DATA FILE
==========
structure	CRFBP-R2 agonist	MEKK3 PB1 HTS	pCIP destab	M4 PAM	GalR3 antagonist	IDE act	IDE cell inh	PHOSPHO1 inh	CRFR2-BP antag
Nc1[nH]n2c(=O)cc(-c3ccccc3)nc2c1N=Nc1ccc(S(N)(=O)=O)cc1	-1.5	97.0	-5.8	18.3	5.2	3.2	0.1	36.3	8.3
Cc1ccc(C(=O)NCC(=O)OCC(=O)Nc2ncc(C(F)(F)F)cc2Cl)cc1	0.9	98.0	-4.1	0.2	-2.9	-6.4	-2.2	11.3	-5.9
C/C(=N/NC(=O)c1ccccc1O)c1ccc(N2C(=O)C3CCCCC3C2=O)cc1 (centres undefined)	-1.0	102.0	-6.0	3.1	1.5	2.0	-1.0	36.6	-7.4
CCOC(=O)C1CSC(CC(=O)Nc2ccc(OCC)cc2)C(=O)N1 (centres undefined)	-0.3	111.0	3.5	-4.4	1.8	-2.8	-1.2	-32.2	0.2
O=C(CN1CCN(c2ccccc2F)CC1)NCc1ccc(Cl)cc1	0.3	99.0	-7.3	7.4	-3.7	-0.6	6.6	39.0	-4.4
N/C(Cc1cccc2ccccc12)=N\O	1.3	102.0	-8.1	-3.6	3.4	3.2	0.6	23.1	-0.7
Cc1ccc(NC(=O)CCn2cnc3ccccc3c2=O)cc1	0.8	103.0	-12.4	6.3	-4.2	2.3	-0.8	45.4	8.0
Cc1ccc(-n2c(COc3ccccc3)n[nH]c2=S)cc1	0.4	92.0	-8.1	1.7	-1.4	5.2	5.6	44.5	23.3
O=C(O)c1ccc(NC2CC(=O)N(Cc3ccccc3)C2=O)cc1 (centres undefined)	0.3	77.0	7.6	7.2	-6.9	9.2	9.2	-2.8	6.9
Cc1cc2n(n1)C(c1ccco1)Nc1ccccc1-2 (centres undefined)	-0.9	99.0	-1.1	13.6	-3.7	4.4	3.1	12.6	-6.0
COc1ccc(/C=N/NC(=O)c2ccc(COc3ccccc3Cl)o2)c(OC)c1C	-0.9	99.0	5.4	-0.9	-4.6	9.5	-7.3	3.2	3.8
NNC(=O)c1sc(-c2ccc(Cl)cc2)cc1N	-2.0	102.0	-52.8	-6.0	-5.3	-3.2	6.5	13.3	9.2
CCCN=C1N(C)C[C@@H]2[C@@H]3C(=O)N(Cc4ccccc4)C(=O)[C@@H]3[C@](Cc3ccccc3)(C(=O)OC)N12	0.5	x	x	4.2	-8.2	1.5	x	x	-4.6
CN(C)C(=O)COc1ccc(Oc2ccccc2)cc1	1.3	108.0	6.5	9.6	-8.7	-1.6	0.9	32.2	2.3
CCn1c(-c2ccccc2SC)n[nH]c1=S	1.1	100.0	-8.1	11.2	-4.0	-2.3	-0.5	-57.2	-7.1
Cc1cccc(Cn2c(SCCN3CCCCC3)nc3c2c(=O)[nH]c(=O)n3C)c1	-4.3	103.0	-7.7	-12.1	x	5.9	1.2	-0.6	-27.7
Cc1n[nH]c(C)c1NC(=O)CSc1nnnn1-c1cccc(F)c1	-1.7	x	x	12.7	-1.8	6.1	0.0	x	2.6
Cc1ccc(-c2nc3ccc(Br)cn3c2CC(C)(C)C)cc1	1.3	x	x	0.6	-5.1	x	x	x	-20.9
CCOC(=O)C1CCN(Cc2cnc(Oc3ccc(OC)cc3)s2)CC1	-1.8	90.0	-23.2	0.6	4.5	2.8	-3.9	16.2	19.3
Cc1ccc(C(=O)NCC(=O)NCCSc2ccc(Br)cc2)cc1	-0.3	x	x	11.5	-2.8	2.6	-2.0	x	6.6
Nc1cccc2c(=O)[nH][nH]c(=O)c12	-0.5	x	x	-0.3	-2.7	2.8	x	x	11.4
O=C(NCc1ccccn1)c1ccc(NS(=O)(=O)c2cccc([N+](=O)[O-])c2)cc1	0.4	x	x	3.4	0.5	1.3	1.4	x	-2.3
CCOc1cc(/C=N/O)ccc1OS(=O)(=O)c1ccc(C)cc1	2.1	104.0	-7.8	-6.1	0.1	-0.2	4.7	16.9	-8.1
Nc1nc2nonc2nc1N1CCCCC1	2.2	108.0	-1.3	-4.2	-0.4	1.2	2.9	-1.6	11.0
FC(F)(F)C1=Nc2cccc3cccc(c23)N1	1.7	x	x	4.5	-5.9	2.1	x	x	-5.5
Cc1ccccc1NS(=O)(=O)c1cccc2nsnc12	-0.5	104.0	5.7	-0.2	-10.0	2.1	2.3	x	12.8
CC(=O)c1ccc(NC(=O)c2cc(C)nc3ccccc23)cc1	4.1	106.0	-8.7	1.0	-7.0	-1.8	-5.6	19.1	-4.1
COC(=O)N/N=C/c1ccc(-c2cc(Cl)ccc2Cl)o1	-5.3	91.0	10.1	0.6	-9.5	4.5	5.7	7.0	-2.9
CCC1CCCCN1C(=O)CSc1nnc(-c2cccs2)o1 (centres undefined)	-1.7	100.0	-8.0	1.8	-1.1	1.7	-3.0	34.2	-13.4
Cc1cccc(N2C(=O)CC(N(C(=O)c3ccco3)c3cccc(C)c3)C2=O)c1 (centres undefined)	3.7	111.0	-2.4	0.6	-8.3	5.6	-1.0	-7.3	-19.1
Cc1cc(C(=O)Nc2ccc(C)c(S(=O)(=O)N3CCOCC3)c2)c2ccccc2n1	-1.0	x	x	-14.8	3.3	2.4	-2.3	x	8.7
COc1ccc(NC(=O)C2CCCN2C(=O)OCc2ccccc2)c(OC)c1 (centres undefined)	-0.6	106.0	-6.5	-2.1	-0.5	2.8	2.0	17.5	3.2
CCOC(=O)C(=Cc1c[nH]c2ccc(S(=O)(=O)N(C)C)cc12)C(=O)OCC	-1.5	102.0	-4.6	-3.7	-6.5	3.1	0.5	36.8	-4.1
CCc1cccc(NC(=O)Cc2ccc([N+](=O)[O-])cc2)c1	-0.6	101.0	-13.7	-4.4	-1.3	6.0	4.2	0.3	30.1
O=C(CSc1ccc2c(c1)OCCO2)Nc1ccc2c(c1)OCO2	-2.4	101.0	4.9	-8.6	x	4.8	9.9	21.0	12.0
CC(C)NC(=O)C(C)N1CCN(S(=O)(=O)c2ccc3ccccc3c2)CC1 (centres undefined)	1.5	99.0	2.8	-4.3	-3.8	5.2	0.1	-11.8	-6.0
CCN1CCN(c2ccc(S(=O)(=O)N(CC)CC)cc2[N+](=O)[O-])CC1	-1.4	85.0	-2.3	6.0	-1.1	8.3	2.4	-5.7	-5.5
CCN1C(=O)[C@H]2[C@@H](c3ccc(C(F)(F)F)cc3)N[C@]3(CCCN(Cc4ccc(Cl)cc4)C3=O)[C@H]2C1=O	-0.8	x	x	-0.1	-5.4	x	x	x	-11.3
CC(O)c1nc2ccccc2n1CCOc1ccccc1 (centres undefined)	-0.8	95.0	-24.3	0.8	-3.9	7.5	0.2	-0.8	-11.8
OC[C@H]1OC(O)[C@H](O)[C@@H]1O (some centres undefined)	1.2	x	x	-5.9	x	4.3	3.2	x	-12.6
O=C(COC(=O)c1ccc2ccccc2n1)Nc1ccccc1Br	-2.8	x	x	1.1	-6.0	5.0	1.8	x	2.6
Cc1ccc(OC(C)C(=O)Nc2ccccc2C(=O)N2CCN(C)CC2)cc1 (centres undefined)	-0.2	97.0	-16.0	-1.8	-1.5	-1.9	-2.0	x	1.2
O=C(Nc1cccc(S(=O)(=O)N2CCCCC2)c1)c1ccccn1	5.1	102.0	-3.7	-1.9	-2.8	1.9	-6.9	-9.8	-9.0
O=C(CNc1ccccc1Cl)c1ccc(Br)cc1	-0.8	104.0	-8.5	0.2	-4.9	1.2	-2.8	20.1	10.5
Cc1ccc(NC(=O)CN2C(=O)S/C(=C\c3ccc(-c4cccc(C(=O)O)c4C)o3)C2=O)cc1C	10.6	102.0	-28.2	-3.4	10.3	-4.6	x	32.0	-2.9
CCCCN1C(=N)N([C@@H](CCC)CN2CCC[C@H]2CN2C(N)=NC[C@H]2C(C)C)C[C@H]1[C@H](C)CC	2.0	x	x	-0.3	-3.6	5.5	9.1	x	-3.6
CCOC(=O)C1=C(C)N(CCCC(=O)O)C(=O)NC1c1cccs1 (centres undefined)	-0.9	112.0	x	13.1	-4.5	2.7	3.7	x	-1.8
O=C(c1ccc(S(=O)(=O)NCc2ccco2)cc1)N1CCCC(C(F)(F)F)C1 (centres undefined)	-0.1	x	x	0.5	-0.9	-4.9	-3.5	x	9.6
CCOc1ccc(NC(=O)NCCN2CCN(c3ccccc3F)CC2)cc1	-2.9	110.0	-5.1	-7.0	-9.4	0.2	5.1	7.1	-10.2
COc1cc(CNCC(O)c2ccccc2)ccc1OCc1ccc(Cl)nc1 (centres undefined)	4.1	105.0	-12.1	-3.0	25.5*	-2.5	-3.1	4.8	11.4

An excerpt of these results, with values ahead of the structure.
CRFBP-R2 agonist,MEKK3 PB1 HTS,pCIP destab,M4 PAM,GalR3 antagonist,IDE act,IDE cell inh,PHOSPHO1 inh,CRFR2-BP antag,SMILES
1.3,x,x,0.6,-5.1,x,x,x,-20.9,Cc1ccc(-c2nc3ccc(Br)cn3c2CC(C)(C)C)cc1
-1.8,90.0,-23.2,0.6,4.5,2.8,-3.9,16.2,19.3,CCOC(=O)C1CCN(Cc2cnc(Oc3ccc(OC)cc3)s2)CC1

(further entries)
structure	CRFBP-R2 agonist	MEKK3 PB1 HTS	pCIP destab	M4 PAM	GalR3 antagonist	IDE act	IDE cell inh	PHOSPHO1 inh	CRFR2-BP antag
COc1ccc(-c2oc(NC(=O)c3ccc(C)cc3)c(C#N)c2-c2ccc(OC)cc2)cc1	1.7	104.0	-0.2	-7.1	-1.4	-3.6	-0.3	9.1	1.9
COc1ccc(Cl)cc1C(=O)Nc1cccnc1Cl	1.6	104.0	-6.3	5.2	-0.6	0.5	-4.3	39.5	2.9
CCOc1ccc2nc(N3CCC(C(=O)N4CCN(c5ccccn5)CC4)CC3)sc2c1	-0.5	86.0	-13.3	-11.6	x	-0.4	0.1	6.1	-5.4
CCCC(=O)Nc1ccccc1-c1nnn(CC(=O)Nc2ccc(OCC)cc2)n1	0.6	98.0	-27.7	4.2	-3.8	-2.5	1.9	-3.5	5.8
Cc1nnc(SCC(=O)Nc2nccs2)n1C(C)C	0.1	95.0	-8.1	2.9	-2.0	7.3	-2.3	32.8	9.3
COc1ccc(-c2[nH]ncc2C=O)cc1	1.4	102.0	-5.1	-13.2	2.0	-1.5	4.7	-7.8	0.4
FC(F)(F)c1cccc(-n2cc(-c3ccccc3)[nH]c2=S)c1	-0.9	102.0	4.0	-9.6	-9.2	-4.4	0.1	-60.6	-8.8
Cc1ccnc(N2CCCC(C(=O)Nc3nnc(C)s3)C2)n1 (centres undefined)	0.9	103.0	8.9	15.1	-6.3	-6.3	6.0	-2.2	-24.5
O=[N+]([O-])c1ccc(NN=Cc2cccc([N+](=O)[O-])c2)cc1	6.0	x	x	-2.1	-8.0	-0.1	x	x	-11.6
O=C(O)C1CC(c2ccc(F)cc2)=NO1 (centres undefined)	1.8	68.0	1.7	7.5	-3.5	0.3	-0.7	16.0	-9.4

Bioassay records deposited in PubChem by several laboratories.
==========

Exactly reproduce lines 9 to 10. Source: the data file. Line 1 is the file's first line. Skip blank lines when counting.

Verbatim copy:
Cc1ccc(-n2c(COc3ccccc3)n[nH]c2=S)cc1	0.4	92.0	-8.1	1.7	-1.4	5.2	5.6	44.5	23.3
O=C(O)c1ccc(NC2CC(=O)N(Cc3ccccc3)C2=O)cc1 (centres undefined)	0.3	77.0	7.6	7.2	-6.9	9.2	9.2	-2.8	6.9